On one hand, Massey has to deal with the complexities of “free speech”, which in itself is completely subjective – even the Free Speech Coalition lists eight “categories of speech that are not included in free speech”.
On the other hand, there are economic considerations that must be taken into account. All organisations need to remain financially viable to exist. Therein lies the problem.
Massey’s 2018 Annual Report shows its revenue included $108.6 million in student fees from domestic students. In comparison, it received $84.1m in student fees from international students. The same report shows Massey had 5331 international students and that 3722 students were born in China. Of course, not all Chinese-born students are international students, but it is probably fair to say most are.
In other words, Massey, probably like many if not all of our universities, is beholden to its international full-fee paying students from China.
Elers points out Massey gets a lot of income from Chinese international students.
China can literally turn the tap off overnight. It threatened to do that to the United States a few months ago due to the trade war between China and the US, which has resulted in a “record number of Chinese students” at British universities. The Global Times, the Chinese state newspaper owned by the Chinese Communist Party’s mouthpiece the People’s Daily, wrote earlier this year: “American universities shouldn’t be so arrogant. By leaving China’s booming market and leaving Chinese students, those universities would feel regrettable.”
So, the question becomes: Are we prepared to risk our fourth largest export earner, $5b and 50,000 jobs, for the sake of “free speech” in the form of posters?
If you follow the deontological position of ethics, you might subscribe to the view that removing posters is morally wrong, and therefore you are willing to jeopardise $5b and up to 50,000 jobs because upholding “free speech” is paramount.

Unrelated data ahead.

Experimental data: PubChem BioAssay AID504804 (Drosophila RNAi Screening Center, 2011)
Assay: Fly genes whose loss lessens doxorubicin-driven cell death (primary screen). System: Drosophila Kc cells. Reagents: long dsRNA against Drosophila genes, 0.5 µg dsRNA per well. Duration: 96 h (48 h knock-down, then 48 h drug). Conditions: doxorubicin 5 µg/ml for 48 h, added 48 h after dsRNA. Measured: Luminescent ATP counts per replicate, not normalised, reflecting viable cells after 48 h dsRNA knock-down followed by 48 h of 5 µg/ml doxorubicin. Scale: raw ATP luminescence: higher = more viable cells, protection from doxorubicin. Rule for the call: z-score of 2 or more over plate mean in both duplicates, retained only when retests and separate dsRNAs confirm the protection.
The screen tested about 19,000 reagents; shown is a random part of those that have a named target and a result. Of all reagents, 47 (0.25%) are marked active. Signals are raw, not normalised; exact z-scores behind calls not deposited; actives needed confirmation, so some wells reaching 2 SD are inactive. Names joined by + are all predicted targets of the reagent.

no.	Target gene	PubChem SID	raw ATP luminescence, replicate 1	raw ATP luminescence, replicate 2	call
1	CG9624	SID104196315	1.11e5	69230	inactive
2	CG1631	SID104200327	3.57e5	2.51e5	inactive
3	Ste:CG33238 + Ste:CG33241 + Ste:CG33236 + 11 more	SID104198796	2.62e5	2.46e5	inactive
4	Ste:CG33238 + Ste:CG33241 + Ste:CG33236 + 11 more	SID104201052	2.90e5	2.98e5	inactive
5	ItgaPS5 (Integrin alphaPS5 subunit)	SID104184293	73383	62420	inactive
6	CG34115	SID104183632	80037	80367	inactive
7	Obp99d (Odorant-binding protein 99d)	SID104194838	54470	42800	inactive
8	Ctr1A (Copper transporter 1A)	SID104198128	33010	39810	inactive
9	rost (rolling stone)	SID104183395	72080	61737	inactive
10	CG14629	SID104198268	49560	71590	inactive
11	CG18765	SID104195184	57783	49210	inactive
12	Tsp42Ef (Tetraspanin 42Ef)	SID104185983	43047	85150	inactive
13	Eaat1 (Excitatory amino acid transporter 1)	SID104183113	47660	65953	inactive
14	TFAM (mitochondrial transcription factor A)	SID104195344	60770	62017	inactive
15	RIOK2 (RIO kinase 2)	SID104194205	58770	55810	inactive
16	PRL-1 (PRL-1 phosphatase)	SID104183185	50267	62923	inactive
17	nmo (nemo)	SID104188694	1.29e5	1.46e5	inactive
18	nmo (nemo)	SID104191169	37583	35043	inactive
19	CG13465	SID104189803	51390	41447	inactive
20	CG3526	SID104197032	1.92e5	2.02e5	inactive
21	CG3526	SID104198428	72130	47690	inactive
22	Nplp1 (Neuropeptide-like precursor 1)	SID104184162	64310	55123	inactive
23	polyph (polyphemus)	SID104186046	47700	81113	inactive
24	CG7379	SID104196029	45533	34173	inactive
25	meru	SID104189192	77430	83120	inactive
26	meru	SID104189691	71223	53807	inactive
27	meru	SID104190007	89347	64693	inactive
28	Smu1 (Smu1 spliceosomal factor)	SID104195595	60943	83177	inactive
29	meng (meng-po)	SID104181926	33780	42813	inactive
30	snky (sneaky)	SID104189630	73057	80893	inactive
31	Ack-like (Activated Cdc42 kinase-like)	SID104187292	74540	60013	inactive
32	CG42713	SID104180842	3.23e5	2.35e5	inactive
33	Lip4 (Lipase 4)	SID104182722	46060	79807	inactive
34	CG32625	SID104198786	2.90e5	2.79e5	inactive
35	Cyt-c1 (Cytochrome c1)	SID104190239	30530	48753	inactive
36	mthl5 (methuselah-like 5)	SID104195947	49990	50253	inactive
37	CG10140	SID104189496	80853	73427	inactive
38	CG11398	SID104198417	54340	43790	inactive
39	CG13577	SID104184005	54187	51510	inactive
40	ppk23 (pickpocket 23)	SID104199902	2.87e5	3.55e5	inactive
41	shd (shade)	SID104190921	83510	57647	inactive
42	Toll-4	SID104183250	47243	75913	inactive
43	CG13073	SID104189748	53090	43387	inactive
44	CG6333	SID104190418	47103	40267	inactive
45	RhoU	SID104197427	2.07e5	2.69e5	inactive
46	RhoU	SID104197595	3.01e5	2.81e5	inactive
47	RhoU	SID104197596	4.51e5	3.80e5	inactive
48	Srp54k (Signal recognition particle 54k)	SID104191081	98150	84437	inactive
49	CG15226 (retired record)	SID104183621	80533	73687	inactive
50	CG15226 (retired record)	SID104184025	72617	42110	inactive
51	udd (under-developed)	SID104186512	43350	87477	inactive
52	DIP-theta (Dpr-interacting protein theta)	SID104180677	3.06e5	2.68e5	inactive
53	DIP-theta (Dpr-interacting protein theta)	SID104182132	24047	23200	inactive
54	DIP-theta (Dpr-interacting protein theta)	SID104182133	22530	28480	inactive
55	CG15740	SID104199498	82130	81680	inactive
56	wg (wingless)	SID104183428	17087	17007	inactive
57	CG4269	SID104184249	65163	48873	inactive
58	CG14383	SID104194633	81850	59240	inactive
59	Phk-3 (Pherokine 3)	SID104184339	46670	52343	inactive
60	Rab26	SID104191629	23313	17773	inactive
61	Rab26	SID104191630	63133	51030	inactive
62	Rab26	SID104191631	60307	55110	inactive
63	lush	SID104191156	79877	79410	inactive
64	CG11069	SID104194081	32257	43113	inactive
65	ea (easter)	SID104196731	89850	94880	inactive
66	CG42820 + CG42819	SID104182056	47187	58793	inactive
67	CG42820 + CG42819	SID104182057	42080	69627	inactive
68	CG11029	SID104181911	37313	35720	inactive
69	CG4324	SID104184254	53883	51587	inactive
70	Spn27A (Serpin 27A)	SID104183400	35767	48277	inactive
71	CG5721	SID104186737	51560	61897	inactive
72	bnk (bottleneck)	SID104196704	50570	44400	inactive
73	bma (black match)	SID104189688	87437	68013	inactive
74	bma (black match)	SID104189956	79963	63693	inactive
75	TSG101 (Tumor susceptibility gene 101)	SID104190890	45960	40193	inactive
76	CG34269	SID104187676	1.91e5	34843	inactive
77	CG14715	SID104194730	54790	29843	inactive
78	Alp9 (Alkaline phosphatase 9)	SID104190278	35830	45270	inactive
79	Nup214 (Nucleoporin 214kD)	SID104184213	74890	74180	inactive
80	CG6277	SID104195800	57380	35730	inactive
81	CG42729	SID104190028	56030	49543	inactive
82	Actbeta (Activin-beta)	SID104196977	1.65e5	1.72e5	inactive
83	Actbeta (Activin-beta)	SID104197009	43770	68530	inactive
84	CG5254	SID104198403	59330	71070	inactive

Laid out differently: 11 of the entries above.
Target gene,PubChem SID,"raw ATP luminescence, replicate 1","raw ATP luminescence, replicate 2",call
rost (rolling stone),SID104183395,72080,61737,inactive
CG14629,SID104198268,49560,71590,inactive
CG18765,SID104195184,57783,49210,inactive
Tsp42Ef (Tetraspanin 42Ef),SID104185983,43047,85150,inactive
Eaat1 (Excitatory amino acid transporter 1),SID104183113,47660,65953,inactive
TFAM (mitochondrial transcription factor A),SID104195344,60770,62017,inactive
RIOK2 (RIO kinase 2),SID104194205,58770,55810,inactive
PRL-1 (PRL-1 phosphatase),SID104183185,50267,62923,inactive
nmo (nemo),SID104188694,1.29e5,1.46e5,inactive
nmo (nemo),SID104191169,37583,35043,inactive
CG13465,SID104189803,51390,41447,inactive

In contrast, if you adhere to the teleological position, you would make a decision based on the best overall consequences – that might mean you are not willing to jeopardise $5b and up to 50,000 jobs, so you pull down the posters. What I have outlined is a simplified approach – I am not a philosopher – but either way it is definitely a “no win” situation for Massey.
Elers concludes (and I agree) that Massey pulled down the posters to appease Beijing, as they were scared of losing revenue.
But I disagree with his analysis that this was a hard decision and a no win either way.
First of all, you need to consider than China is like Rio Tinto – a good bluffer. Are they really going to boycott Massey University because they refused to take some posters down? Where will they send them instead? Otago? Auckland? Oxford?
Keith Ng makes this point:
But even if there are economic consequences, the decision is clearly the wrong one. Just consider where this ends if a NZ university decides to trade free speech for appeasing the Chinese Government. If we’re okay with them taking down posters supporting the HK protesters then what next would they be willing to do?
- Ban campus access to the Wikipedia article on Tiananmen Square?
- Ban protests in support of the HK protesters?
- Refuse to publish any academic research critical of China?
- Refuse to allow academics or students from Taiwan to study or lecture?
- Allow the Chinese Government to approve any textbooks used in classes about China
The only reason that China even bothers to pressure universities is because they have shown in the past that they will succumb to pressure.
NZ universities should follow the lead of the University of Chicago.